Wednesday, August 5, 2009

What’s with the War in Wichita

By Brian Wask

Hell’s Kitchen, NYC- In 2004 the journalist and historian Thomas Frank published, “What’s the Matter with Kansas?” In the United Kingdom and Australia it was called “What’s the Matter with America?” The book was more or less about conservatives and Bush and things I promised I wouldn’t get into anymore. It’s too painful… and boring… and redundant… and beyond any logic. I haven’t read the book but if Frank figured out what was wrong with the Great Plains state I’d like to know. I have some ideas of my own. First, the population is 91% white. That doesn’t sound very fun. I’ve been there but I’ve never seen anybody. No whites, blacks or gays. Nothing. Not even at the gas station. It was self-service and there was a bucket to put the money in. I thought I saw someone standing alone in the middle of a state-length cornfield. But it was a scarecrow. My second problem, the Kansas Veterans Action Committee, spearheaded by Vietnam Veteran John Wilson, seems to think there’s no room in Wichita’s Veterans Memorial Park for a monument dedicated to the 200,000 South Vietnamese soldiers who fought and died beside Americans.

In a photo printed by the NY Times, Mr. Wilson, along with Douglas Brady and Phillip W. Blake (two old coots I wish my grandfather was around to smack the crap out of), proudly stand before a memorial that reads, DEDICATED TO THOSE LIVES AFFECTED BY VIETNAM. Not quite. I think. When some South Vietnamese Wichita citizens planned a future memorial to be placed nearby the American vets signed up against them quicker than they did the first time. But the problem with these guys is they still think the war is what they thought it was. And they don’t know it’s over and we’ve figured it out by now. Maybe that’s what’s the matter with Kansas. But I’m so proud. While a Jewish-American is buying surfboards for kids in Gaza, Kansan-Americans are telling Vietnamese-Americans they have no place near or in sight of the US military memorials.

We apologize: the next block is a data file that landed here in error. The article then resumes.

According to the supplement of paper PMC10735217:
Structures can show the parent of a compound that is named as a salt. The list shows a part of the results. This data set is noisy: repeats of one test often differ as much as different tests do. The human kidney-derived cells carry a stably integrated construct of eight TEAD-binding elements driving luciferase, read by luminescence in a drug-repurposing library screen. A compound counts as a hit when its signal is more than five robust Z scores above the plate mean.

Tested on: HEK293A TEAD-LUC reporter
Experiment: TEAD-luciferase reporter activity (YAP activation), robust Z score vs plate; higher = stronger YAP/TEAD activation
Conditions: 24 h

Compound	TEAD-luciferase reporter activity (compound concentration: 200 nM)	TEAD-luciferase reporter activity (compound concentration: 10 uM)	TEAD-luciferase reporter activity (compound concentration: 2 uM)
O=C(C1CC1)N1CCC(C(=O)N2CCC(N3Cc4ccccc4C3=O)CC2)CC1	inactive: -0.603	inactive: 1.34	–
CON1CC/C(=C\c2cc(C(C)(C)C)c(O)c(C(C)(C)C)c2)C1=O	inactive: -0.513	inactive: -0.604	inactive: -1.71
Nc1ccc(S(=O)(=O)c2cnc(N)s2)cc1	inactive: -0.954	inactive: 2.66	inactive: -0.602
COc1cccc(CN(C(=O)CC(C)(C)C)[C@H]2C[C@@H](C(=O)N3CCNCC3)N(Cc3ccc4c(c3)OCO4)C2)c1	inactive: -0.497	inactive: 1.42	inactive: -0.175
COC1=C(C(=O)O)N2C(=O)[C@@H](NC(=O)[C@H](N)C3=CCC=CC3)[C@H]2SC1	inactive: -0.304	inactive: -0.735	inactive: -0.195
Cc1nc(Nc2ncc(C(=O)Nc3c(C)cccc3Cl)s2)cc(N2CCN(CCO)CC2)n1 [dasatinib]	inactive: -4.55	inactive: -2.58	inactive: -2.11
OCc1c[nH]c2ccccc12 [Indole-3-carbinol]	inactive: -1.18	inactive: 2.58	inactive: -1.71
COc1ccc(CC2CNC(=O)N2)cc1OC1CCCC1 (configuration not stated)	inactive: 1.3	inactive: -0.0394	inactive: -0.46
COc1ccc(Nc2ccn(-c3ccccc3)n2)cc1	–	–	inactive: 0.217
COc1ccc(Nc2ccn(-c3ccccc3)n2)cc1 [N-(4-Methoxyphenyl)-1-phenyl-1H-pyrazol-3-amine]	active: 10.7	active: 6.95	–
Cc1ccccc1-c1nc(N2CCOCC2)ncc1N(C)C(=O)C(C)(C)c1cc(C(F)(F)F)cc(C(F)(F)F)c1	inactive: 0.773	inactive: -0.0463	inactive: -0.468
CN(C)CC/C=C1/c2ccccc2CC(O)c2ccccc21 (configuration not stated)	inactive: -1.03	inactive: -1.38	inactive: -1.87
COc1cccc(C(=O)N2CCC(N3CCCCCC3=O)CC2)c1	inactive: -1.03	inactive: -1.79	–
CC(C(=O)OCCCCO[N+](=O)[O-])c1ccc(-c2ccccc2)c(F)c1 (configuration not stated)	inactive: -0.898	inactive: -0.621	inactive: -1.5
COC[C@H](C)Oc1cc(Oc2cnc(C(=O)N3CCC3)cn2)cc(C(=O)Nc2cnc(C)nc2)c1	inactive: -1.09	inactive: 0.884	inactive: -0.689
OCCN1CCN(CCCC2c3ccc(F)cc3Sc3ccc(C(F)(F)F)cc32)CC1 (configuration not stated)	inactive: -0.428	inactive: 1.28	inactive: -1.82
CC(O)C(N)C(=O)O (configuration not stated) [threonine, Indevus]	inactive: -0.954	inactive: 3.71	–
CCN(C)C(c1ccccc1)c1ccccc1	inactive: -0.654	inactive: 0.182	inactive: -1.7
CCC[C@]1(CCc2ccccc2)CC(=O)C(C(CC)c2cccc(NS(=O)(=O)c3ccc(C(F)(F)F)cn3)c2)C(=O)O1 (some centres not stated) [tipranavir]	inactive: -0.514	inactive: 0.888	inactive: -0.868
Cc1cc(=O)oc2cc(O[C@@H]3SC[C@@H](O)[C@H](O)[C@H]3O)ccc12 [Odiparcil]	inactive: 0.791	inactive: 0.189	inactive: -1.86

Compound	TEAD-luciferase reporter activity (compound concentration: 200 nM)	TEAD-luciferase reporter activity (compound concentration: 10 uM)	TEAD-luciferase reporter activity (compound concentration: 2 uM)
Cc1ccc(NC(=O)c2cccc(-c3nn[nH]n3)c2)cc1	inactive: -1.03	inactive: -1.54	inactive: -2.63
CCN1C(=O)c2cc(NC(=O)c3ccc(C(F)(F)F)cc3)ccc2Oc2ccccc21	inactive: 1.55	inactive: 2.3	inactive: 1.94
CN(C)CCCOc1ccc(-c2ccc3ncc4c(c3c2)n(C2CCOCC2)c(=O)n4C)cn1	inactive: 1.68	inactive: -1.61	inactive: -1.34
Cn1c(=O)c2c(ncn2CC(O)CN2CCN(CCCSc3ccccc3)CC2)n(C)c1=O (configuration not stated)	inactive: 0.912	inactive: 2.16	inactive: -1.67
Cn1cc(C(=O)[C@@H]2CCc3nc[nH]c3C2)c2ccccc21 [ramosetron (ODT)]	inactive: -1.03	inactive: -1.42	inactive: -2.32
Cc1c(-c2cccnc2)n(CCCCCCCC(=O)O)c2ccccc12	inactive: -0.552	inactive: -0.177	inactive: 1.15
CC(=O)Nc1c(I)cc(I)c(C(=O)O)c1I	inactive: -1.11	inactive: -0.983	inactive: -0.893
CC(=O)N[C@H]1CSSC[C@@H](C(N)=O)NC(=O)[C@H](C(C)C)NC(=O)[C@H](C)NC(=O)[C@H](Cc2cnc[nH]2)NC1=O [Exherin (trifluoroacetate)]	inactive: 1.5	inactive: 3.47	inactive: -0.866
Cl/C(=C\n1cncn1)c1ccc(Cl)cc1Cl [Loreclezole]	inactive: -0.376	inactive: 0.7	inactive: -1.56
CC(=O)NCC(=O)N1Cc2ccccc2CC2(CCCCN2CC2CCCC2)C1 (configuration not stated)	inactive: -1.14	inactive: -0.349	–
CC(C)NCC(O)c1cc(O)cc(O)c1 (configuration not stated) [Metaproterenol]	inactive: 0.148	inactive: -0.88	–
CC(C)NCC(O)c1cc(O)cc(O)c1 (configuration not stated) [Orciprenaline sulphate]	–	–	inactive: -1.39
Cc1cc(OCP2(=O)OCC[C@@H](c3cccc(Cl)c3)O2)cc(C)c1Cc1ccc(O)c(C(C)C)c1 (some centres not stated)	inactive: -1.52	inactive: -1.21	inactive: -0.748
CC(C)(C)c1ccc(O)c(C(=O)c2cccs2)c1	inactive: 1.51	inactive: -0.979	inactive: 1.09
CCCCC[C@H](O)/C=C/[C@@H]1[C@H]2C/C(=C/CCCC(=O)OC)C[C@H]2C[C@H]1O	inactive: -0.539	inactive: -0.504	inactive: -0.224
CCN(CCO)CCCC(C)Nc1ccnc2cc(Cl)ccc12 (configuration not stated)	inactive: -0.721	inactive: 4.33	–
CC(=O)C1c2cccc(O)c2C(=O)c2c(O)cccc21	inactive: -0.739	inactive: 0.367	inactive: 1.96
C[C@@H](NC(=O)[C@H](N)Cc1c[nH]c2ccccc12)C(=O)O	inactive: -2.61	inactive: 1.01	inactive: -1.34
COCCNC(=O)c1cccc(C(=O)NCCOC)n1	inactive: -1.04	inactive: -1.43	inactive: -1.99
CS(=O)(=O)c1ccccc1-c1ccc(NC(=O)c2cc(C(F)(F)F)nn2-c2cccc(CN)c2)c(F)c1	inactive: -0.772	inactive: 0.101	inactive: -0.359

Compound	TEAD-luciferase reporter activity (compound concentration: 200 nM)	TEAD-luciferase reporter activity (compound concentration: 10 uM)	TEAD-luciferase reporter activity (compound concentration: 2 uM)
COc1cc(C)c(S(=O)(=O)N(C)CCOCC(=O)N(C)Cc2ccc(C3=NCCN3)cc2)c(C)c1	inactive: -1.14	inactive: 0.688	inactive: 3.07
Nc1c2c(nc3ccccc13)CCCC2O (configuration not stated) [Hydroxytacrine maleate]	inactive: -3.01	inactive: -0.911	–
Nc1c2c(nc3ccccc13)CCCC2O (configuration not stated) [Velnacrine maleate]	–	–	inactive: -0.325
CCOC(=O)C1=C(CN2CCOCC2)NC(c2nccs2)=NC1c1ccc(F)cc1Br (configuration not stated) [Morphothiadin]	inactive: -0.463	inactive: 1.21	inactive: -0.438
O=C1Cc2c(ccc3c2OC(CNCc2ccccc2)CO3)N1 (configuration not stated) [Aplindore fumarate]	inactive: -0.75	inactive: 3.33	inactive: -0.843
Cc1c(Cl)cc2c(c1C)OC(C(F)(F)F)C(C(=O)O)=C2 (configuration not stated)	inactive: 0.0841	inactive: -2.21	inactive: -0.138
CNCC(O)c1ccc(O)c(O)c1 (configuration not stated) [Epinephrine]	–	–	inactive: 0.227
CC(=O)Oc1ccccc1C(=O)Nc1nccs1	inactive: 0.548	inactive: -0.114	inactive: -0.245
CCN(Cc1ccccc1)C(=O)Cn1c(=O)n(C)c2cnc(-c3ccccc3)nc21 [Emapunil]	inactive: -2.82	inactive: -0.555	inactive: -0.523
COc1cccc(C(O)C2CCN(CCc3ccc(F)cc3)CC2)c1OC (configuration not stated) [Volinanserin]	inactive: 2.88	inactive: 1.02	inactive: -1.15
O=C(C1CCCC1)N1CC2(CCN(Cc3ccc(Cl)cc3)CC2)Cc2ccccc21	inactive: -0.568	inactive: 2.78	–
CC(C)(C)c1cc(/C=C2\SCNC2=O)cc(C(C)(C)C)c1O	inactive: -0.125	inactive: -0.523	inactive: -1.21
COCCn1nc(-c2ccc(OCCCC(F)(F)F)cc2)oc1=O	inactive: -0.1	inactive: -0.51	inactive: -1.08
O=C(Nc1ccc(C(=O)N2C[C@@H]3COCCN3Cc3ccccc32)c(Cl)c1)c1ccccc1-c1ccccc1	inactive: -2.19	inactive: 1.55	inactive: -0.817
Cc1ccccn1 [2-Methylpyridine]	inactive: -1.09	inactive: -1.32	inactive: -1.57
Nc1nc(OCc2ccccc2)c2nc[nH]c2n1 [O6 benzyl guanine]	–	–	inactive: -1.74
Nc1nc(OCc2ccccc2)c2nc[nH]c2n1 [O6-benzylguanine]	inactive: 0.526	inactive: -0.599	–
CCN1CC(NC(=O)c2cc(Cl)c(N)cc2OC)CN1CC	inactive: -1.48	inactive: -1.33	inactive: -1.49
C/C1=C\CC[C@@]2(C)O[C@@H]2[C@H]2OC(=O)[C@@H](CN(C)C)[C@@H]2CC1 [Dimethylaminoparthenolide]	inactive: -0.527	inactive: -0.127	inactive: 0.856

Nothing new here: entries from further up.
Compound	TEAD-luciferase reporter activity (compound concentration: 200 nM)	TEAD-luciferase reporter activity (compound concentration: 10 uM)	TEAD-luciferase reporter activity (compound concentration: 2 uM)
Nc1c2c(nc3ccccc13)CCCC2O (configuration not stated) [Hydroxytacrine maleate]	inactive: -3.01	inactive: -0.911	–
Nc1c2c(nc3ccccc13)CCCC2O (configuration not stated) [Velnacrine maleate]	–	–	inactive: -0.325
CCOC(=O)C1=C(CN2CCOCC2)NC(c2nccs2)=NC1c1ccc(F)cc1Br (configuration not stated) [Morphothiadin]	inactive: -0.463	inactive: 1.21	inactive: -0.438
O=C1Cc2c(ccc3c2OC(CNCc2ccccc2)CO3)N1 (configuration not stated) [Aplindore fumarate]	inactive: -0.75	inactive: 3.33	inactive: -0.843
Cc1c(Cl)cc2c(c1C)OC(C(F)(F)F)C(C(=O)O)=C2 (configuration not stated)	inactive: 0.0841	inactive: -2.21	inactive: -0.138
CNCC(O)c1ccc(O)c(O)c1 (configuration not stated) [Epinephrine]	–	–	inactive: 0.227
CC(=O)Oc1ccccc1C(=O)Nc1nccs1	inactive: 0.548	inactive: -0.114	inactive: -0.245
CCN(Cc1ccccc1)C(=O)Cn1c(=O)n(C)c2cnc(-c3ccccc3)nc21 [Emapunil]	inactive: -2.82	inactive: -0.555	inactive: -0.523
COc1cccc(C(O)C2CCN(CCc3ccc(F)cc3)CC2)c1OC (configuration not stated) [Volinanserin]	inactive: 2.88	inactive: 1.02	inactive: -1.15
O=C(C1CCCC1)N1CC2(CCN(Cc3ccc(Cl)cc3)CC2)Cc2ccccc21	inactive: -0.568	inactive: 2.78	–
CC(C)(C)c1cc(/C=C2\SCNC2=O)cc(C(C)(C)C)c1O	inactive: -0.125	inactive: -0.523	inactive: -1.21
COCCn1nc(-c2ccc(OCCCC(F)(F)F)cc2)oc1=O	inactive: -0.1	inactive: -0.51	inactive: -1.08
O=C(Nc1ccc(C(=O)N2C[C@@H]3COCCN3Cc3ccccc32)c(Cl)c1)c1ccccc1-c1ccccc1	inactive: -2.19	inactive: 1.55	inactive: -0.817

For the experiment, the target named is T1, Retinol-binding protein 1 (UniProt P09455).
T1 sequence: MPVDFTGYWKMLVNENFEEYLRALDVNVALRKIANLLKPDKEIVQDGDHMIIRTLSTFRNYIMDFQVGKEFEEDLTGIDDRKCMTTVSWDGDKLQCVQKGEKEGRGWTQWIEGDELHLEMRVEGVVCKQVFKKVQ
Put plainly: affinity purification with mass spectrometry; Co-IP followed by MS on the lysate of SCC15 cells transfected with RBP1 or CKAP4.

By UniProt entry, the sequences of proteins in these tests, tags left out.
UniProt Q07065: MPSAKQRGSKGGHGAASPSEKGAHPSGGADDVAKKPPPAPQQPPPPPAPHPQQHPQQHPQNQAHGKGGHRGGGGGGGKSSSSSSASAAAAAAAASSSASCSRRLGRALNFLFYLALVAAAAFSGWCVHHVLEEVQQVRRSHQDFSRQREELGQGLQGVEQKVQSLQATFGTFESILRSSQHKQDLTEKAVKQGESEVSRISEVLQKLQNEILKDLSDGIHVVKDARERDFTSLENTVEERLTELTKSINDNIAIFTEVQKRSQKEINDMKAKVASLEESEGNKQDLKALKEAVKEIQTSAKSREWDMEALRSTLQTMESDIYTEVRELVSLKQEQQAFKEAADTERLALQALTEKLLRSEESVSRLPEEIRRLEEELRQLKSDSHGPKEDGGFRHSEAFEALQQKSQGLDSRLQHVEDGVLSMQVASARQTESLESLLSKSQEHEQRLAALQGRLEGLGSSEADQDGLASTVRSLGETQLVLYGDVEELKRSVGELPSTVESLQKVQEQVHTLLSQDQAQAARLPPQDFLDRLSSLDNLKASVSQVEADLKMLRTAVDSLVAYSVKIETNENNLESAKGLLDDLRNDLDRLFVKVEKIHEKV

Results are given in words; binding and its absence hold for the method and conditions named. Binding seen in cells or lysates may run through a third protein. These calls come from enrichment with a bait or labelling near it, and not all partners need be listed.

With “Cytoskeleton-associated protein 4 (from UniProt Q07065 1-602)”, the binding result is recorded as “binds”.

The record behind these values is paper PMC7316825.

Dorian Paskowitz is eighty-six years old, a retired doctor and a surf traveler. In the fifties, after two failed marriages, he quit his practice, moved to Israel for a year and volunteered for the army during the Suez crisis against Egypt. When he was turned down he moved back to the states and surfed full time. Last week he gave 12 surfboards to a Gazan surf community because he thinks they will make good use of them. He’s so damn right. Dorian’s got the message. Wilson and his disgruntled hate gang should take a page from the old Jewish guy. Instead, they eventually allowed the new memorial to be placed outside the park and behind a wall. “God will surf with the devil if the waves are good,” Dorian Paskowitz said. “When a surfer sees another surfer with a board, he can’t help but say something that brings them together.” I get it. And I don’t surf.

Maybe you got some hang ups and you still blame the Vietnamese. That’s common, and treatable. But what feels better? Wouldn’t it be nice to have something nearby future generations will look at and think we can have friends from different places? What’s next? At the supermarket no German knockwurst next to matzo ball soup. At the toy store no GI Joes next to Cobras. Wilson and friends, even though you look like dicks in the picture and sound like even bigger dicks in the press, I love Kansas and I want you to change. You look old enough to count your breaths and I hope you’re thinking better things when the last one leaves. This is just what I think. And it doesn’t feel good either.

(I reached out to the original GI Joe, the 12in. figure. I wanted to see what he thought about veterans turning their backs on allied veterans. He’s been strung out on heroin since ’82, when they started making the 4in. figures. But he thought it was pretty sad. In his words, “Everything kinda is.”)


No comments: